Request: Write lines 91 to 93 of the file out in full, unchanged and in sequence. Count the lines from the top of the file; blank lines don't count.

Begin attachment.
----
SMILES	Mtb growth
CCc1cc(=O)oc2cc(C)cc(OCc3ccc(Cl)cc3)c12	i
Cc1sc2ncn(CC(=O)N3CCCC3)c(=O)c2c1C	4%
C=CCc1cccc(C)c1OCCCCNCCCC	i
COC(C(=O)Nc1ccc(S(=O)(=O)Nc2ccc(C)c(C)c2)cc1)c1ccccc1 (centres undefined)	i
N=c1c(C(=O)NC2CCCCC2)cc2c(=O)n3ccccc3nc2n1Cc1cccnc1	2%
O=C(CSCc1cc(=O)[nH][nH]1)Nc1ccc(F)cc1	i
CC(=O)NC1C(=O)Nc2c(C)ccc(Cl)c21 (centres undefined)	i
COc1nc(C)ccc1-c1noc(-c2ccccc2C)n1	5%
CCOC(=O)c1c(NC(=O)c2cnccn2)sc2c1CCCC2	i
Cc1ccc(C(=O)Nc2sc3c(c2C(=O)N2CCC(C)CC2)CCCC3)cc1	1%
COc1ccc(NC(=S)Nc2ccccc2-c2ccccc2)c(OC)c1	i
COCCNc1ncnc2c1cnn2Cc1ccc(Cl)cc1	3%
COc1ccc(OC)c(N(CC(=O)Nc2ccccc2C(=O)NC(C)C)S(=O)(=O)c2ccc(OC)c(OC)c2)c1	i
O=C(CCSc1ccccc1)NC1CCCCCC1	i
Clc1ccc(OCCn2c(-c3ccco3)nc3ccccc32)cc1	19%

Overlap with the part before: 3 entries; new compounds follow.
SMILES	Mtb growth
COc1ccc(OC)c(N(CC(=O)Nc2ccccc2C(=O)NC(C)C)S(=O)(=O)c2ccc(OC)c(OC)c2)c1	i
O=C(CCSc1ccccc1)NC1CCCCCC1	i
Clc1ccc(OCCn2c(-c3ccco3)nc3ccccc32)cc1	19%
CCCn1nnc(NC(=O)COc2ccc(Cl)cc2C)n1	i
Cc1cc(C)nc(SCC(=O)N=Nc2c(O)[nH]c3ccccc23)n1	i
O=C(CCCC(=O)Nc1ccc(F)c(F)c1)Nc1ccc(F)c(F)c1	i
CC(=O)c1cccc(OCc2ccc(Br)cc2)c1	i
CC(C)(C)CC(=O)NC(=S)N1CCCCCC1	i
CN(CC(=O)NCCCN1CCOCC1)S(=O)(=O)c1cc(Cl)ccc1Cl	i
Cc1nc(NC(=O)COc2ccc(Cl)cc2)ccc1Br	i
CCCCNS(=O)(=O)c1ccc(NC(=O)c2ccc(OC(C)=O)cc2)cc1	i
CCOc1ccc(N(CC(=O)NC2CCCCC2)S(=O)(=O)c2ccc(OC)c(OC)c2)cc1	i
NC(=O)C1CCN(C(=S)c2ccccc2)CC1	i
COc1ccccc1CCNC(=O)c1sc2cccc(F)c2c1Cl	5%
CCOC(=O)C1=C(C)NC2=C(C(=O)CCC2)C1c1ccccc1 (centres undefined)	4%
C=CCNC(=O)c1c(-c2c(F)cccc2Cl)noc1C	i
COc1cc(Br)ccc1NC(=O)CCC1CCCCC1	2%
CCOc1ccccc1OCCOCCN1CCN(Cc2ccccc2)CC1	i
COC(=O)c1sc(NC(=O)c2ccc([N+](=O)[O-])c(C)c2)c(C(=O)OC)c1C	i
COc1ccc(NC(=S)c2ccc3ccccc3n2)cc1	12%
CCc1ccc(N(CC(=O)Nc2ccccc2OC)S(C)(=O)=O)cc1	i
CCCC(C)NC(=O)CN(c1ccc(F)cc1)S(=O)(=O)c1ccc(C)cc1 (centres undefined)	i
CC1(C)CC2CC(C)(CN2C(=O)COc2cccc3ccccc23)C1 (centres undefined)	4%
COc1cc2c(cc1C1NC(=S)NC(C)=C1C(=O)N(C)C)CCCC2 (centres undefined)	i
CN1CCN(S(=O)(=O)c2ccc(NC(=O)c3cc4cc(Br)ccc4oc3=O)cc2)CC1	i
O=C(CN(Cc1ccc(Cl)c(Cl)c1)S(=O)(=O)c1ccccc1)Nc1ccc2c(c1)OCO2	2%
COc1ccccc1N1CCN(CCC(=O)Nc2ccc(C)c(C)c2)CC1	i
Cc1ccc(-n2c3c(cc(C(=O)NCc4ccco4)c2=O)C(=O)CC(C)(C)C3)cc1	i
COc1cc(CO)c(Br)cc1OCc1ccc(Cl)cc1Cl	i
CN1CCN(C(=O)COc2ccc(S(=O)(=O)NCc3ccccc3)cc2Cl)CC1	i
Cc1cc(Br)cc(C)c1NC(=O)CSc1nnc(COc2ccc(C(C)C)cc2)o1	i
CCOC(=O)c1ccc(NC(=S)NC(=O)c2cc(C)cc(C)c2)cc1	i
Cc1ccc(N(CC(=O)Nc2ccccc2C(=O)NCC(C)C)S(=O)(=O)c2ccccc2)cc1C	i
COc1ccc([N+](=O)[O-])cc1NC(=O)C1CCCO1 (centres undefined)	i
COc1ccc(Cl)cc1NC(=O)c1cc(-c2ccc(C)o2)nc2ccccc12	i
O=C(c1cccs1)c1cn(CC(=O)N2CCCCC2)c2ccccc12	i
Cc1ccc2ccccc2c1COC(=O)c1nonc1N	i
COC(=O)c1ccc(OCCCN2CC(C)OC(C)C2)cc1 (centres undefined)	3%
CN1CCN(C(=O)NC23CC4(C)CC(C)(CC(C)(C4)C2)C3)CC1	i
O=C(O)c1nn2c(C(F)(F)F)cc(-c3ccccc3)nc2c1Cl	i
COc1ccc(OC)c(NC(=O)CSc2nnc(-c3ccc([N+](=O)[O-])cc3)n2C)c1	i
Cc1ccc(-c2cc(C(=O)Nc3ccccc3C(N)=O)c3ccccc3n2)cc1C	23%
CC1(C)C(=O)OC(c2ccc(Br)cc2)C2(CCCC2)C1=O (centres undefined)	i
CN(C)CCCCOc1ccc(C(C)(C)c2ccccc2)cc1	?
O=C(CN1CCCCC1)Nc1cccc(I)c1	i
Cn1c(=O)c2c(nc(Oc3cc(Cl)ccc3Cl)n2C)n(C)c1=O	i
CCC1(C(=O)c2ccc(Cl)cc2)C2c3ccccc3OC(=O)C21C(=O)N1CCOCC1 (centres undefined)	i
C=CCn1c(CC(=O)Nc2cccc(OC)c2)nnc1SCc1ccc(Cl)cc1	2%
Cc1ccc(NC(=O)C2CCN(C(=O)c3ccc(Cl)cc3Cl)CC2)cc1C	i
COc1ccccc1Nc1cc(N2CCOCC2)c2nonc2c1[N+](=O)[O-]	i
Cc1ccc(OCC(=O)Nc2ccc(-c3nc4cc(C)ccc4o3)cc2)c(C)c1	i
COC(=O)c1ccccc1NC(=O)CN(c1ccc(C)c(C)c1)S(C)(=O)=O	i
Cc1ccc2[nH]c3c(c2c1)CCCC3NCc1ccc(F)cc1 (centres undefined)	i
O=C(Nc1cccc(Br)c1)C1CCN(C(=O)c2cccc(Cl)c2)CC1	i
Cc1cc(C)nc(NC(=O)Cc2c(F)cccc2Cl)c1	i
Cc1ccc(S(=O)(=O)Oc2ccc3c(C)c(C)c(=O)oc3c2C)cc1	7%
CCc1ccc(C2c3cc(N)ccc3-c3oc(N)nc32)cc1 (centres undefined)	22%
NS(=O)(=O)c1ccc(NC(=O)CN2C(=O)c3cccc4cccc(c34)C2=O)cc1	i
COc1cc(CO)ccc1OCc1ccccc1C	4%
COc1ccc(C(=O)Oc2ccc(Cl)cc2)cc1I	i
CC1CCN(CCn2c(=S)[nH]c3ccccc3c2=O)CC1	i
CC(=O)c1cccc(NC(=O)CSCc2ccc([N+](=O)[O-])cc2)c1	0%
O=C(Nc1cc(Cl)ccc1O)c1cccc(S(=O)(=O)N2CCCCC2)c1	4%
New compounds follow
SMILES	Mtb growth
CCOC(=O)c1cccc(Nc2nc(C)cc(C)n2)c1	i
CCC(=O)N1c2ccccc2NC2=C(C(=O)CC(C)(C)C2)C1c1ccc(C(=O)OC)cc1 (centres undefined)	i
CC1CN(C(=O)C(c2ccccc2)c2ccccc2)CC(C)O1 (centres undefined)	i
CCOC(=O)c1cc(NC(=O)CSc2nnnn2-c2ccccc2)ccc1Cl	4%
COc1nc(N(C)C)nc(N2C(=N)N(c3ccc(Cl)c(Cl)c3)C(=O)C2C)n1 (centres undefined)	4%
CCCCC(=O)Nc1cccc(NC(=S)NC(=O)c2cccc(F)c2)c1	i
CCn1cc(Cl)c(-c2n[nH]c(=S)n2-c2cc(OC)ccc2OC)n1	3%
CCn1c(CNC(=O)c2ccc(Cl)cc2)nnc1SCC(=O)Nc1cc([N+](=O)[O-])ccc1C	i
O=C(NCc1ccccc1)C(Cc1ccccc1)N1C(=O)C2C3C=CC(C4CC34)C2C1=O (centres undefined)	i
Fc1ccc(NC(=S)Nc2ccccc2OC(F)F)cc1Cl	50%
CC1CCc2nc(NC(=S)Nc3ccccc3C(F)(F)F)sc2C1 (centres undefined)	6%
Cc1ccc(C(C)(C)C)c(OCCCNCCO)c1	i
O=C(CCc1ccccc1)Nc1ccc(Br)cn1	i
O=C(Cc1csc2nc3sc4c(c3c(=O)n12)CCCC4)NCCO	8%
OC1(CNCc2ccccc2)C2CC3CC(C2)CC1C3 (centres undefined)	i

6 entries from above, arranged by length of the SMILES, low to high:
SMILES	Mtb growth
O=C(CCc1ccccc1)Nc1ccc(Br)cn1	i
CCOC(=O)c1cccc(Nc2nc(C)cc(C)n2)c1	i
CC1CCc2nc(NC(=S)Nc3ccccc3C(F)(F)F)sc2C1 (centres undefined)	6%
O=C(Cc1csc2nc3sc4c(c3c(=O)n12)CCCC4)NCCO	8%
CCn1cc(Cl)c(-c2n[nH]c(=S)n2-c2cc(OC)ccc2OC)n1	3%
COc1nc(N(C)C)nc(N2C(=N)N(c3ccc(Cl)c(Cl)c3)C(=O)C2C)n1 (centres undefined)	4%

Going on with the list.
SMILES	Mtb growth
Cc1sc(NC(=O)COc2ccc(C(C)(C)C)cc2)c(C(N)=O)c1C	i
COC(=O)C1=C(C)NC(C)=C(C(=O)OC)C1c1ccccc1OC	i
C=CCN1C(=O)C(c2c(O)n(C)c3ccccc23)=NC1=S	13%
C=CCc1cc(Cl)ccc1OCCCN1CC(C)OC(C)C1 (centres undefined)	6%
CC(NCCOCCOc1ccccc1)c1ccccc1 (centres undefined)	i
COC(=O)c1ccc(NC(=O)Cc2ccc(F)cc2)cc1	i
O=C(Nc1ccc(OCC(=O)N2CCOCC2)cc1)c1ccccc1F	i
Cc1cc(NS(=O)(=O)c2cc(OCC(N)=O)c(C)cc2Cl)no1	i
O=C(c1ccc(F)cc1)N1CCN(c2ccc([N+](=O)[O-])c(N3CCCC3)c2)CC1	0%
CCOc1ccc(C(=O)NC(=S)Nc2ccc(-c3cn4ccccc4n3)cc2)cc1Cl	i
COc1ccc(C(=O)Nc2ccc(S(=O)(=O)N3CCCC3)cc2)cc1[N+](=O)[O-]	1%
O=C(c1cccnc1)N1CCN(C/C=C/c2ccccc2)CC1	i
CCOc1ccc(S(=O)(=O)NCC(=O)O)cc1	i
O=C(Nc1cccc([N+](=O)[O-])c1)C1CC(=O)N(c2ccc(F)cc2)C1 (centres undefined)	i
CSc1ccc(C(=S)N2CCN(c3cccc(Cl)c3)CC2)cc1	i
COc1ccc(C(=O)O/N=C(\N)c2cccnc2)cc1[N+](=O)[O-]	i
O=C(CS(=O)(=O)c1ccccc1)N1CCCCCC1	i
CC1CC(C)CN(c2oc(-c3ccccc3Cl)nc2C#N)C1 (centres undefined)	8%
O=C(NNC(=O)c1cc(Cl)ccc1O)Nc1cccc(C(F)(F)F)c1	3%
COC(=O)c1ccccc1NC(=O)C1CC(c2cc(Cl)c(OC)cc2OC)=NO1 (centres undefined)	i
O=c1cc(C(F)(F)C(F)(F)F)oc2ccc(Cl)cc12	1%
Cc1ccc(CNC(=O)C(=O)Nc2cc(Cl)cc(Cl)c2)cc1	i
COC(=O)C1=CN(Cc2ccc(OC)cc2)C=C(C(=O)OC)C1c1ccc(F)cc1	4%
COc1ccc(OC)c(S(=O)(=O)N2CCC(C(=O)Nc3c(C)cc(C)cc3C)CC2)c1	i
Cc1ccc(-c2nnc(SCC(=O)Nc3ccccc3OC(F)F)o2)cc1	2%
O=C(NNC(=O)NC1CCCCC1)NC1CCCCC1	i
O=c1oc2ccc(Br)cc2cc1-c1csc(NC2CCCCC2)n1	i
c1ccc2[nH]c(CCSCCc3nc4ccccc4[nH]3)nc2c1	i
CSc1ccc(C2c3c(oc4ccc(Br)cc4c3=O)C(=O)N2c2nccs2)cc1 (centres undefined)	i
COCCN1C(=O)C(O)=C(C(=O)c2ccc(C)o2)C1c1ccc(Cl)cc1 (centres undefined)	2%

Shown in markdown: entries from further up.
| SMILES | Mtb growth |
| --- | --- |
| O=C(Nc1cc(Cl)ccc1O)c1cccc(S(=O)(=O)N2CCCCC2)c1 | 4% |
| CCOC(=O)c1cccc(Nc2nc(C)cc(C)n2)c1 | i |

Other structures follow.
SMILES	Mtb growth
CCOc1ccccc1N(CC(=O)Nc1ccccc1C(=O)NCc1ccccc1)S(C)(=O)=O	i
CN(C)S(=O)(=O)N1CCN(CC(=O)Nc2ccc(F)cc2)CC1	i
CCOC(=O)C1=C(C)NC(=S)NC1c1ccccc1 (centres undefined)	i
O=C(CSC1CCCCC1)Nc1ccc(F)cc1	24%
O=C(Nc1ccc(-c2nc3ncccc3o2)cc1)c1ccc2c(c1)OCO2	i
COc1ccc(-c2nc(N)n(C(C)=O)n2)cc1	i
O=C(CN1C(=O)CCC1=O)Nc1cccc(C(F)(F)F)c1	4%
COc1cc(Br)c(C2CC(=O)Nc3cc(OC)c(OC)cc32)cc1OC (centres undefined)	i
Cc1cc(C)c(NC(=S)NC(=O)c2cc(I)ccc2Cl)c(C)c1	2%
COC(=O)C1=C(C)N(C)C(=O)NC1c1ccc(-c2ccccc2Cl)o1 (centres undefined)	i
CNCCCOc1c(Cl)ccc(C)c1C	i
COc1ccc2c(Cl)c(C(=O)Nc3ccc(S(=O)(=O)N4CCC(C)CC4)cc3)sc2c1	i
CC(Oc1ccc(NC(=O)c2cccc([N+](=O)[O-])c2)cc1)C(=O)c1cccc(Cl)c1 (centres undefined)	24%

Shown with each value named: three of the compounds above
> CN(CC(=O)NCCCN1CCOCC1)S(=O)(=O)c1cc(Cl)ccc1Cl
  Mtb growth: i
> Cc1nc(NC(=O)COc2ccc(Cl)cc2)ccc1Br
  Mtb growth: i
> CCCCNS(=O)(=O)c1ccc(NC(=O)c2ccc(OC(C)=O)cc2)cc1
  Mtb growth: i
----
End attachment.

CCn1c(CNC(=O)c2ccc(Cl)cc2)nnc1SCC(=O)Nc1cc([N+](=O)[O-])ccc1C	i
O=C(NCc1ccccc1)C(Cc1ccccc1)N1C(=O)C2C3C=CC(C4CC34)C2C1=O (centres undefined)	i
Fc1ccc(NC(=S)Nc2ccccc2OC(F)F)cc1Cl	50%